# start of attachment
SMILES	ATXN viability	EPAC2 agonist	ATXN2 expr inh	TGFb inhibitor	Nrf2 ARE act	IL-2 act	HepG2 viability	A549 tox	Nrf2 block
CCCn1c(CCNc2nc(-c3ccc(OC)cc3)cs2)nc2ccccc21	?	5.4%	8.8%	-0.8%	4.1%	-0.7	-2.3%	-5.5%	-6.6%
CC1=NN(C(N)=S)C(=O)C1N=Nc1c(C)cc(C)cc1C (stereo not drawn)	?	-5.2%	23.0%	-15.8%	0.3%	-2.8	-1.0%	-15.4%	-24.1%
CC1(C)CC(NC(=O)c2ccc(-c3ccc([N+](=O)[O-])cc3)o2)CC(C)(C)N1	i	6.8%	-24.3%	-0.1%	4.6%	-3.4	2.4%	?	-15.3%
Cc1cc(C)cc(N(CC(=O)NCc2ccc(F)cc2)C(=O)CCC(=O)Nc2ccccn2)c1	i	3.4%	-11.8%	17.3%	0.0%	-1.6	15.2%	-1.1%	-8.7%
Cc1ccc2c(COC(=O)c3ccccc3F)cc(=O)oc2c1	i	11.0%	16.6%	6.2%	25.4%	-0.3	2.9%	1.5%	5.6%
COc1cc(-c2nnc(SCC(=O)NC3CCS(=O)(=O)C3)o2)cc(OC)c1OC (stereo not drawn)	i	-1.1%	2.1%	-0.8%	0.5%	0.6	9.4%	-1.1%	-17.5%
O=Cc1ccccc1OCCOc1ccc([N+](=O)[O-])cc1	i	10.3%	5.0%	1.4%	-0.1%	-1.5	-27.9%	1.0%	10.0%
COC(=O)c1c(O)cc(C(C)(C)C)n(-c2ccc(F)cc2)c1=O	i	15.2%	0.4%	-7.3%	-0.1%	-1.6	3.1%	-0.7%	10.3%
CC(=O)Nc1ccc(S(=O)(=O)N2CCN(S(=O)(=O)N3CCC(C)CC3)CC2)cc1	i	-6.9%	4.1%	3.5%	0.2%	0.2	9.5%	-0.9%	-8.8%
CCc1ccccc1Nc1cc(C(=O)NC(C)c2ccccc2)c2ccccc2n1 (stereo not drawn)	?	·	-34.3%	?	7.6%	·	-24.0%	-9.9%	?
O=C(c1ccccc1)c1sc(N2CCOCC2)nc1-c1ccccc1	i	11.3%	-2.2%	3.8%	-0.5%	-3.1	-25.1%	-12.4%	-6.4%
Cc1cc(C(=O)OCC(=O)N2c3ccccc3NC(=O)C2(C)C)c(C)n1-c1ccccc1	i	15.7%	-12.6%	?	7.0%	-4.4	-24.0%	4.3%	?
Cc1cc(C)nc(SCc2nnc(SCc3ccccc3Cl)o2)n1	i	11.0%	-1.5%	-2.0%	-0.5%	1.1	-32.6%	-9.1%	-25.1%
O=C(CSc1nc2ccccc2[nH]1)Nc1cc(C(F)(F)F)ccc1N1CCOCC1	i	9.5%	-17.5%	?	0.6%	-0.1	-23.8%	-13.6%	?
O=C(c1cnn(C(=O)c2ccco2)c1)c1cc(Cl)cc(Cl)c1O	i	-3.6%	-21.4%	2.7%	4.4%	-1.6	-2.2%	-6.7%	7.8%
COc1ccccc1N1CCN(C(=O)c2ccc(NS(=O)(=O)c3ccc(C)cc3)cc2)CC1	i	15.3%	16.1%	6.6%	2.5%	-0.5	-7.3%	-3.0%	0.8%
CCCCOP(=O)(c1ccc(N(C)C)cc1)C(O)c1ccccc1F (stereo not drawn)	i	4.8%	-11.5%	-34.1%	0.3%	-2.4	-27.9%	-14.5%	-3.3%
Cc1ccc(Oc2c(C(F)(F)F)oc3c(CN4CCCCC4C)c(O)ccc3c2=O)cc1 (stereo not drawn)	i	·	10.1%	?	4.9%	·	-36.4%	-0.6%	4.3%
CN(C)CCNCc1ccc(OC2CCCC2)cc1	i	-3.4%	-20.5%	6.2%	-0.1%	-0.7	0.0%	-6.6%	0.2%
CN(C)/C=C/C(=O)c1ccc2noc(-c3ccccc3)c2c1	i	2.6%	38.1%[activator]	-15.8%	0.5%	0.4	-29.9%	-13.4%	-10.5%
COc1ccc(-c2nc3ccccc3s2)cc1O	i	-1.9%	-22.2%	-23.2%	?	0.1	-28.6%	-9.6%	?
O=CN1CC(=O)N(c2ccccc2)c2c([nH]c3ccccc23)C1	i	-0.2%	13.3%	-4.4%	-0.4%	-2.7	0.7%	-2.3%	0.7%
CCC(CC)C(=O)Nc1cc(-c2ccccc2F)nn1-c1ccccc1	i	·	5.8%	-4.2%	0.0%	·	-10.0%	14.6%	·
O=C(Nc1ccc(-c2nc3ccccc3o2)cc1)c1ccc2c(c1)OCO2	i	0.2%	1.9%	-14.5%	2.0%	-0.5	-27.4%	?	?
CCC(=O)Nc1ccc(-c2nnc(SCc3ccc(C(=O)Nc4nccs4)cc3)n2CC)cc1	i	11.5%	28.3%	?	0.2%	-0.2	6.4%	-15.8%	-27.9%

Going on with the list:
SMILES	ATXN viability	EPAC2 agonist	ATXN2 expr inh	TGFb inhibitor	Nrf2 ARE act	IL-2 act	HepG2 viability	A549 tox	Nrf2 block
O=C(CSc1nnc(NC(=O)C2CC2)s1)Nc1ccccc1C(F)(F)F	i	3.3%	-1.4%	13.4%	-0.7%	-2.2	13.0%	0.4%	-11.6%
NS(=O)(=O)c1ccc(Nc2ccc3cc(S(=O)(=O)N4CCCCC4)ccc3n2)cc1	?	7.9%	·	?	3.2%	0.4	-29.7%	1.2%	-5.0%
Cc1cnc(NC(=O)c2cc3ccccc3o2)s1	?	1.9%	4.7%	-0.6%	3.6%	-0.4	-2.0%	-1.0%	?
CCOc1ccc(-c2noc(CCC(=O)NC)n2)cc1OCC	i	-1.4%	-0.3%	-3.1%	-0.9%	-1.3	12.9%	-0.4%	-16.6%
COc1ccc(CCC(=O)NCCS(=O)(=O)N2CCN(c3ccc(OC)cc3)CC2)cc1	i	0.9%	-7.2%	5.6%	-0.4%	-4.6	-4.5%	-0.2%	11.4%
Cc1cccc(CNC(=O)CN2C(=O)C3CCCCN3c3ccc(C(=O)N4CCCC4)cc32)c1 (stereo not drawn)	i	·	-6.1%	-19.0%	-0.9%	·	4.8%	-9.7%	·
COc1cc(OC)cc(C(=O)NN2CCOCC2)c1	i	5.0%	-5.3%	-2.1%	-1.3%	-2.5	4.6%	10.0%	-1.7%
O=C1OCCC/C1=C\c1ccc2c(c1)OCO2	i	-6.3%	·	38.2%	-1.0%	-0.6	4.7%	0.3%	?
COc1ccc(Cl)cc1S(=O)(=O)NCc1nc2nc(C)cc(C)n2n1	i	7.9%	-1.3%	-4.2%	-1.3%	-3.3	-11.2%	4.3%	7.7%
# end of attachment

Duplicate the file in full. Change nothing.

SMILES	ATXN viability	EPAC2 agonist	ATXN2 expr inh	TGFb inhibitor	Nrf2 ARE act	IL-2 act	HepG2 viability	A549 tox	Nrf2 block
CCCn1c(CCNc2nc(-c3ccc(OC)cc3)cs2)nc2ccccc21	?	5.4%	8.8%	-0.8%	4.1%	-0.7	-2.3%	-5.5%	-6.6%
CC1=NN(C(N)=S)C(=O)C1N=Nc1c(C)cc(C)cc1C (stereo not drawn)	?	-5.2%	23.0%	-15.8%	0.3%	-2.8	-1.0%	-15.4%	-24.1%
CC1(C)CC(NC(=O)c2ccc(-c3ccc([N+](=O)[O-])cc3)o2)CC(C)(C)N1	i	6.8%	-24.3%	-0.1%	4.6%	-3.4	2.4%	?	-15.3%
Cc1cc(C)cc(N(CC(=O)NCc2ccc(F)cc2)C(=O)CCC(=O)Nc2ccccn2)c1	i	3.4%	-11.8%	17.3%	0.0%	-1.6	15.2%	-1.1%	-8.7%
Cc1ccc2c(COC(=O)c3ccccc3F)cc(=O)oc2c1	i	11.0%	16.6%	6.2%	25.4%	-0.3	2.9%	1.5%	5.6%
COc1cc(-c2nnc(SCC(=O)NC3CCS(=O)(=O)C3)o2)cc(OC)c1OC (stereo not drawn)	i	-1.1%	2.1%	-0.8%	0.5%	0.6	9.4%	-1.1%	-17.5%
O=Cc1ccccc1OCCOc1ccc([N+](=O)[O-])cc1	i	10.3%	5.0%	1.4%	-0.1%	-1.5	-27.9%	1.0%	10.0%
COC(=O)c1c(O)cc(C(C)(C)C)n(-c2ccc(F)cc2)c1=O	i	15.2%	0.4%	-7.3%	-0.1%	-1.6	3.1%	-0.7%	10.3%
CC(=O)Nc1ccc(S(=O)(=O)N2CCN(S(=O)(=O)N3CCC(C)CC3)CC2)cc1	i	-6.9%	4.1%	3.5%	0.2%	0.2	9.5%	-0.9%	-8.8%
CCc1ccccc1Nc1cc(C(=O)NC(C)c2ccccc2)c2ccccc2n1 (stereo not drawn)	?	·	-34.3%	?	7.6%	·	-24.0%	-9.9%	?
O=C(c1ccccc1)c1sc(N2CCOCC2)nc1-c1ccccc1	i	11.3%	-2.2%	3.8%	-0.5%	-3.1	-25.1%	-12.4%	-6.4%
Cc1cc(C(=O)OCC(=O)N2c3ccccc3NC(=O)C2(C)C)c(C)n1-c1ccccc1	i	15.7%	-12.6%	?	7.0%	-4.4	-24.0%	4.3%	?
Cc1cc(C)nc(SCc2nnc(SCc3ccccc3Cl)o2)n1	i	11.0%	-1.5%	-2.0%	-0.5%	1.1	-32.6%	-9.1%	-25.1%
O=C(CSc1nc2ccccc2[nH]1)Nc1cc(C(F)(F)F)ccc1N1CCOCC1	i	9.5%	-17.5%	?	0.6%	-0.1	-23.8%	-13.6%	?
O=C(c1cnn(C(=O)c2ccco2)c1)c1cc(Cl)cc(Cl)c1O	i	-3.6%	-21.4%	2.7%	4.4%	-1.6	-2.2%	-6.7%	7.8%
COc1ccccc1N1CCN(C(=O)c2ccc(NS(=O)(=O)c3ccc(C)cc3)cc2)CC1	i	15.3%	16.1%	6.6%	2.5%	-0.5	-7.3%	-3.0%	0.8%
CCCCOP(=O)(c1ccc(N(C)C)cc1)C(O)c1ccccc1F (stereo not drawn)	i	4.8%	-11.5%	-34.1%	0.3%	-2.4	-27.9%	-14.5%	-3.3%
Cc1ccc(Oc2c(C(F)(F)F)oc3c(CN4CCCCC4C)c(O)ccc3c2=O)cc1 (stereo not drawn)	i	·	10.1%	?	4.9%	·	-36.4%	-0.6%	4.3%
CN(C)CCNCc1ccc(OC2CCCC2)cc1	i	-3.4%	-20.5%	6.2%	-0.1%	-0.7	0.0%	-6.6%	0.2%
CN(C)/C=C/C(=O)c1ccc2noc(-c3ccccc3)c2c1	i	2.6%	38.1%[activator]	-15.8%	0.5%	0.4	-29.9%	-13.4%	-10.5%
COc1ccc(-c2nc3ccccc3s2)cc1O	i	-1.9%	-22.2%	-23.2%	?	0.1	-28.6%	-9.6%	?
O=CN1CC(=O)N(c2ccccc2)c2c([nH]c3ccccc23)C1	i	-0.2%	13.3%	-4.4%	-0.4%	-2.7	0.7%	-2.3%	0.7%
CCC(CC)C(=O)Nc1cc(-c2ccccc2F)nn1-c1ccccc1	i	·	5.8%	-4.2%	0.0%	·	-10.0%	14.6%	·
O=C(Nc1ccc(-c2nc3ccccc3o2)cc1)c1ccc2c(c1)OCO2	i	0.2%	1.9%	-14.5%	2.0%	-0.5	-27.4%	?	?
CCC(=O)Nc1ccc(-c2nnc(SCc3ccc(C(=O)Nc4nccs4)cc3)n2CC)cc1	i	11.5%	28.3%	?	0.2%	-0.2	6.4%	-15.8%	-27.9%

Going on with the list:
SMILES	ATXN viability	EPAC2 agonist	ATXN2 expr inh	TGFb inhibitor	Nrf2 ARE act	IL-2 act	HepG2 viability	A549 tox	Nrf2 block
O=C(CSc1nnc(NC(=O)C2CC2)s1)Nc1ccccc1C(F)(F)F	i	3.3%	-1.4%	13.4%	-0.7%	-2.2	13.0%	0.4%	-11.6%
NS(=O)(=O)c1ccc(Nc2ccc3cc(S(=O)(=O)N4CCCCC4)ccc3n2)cc1	?	7.9%	·	?	3.2%	0.4	-29.7%	1.2%	-5.0%
Cc1cnc(NC(=O)c2cc3ccccc3o2)s1	?	1.9%	4.7%	-0.6%	3.6%	-0.4	-2.0%	-1.0%	?
CCOc1ccc(-c2noc(CCC(=O)NC)n2)cc1OCC	i	-1.4%	-0.3%	-3.1%	-0.9%	-1.3	12.9%	-0.4%	-16.6%
COc1ccc(CCC(=O)NCCS(=O)(=O)N2CCN(c3ccc(OC)cc3)CC2)cc1	i	0.9%	-7.2%	5.6%	-0.4%	-4.6	-4.5%	-0.2%	11.4%
Cc1cccc(CNC(=O)CN2C(=O)C3CCCCN3c3ccc(C(=O)N4CCCC4)cc32)c1 (stereo not drawn)	i	·	-6.1%	-19.0%	-0.9%	·	4.8%	-9.7%	·
COc1cc(OC)cc(C(=O)NN2CCOCC2)c1	i	5.0%	-5.3%	-2.1%	-1.3%	-2.5	4.6%	10.0%	-1.7%
O=C1OCCC/C1=C\c1ccc2c(c1)OCO2	i	-6.3%	·	38.2%	-1.0%	-0.6	4.7%	0.3%	?
COc1ccc(Cl)cc1S(=O)(=O)NCc1nc2nc(C)cc(C)n2n1	i	7.9%	-1.3%	-4.2%	-1.3%	-3.3	-11.2%	4.3%	7.7%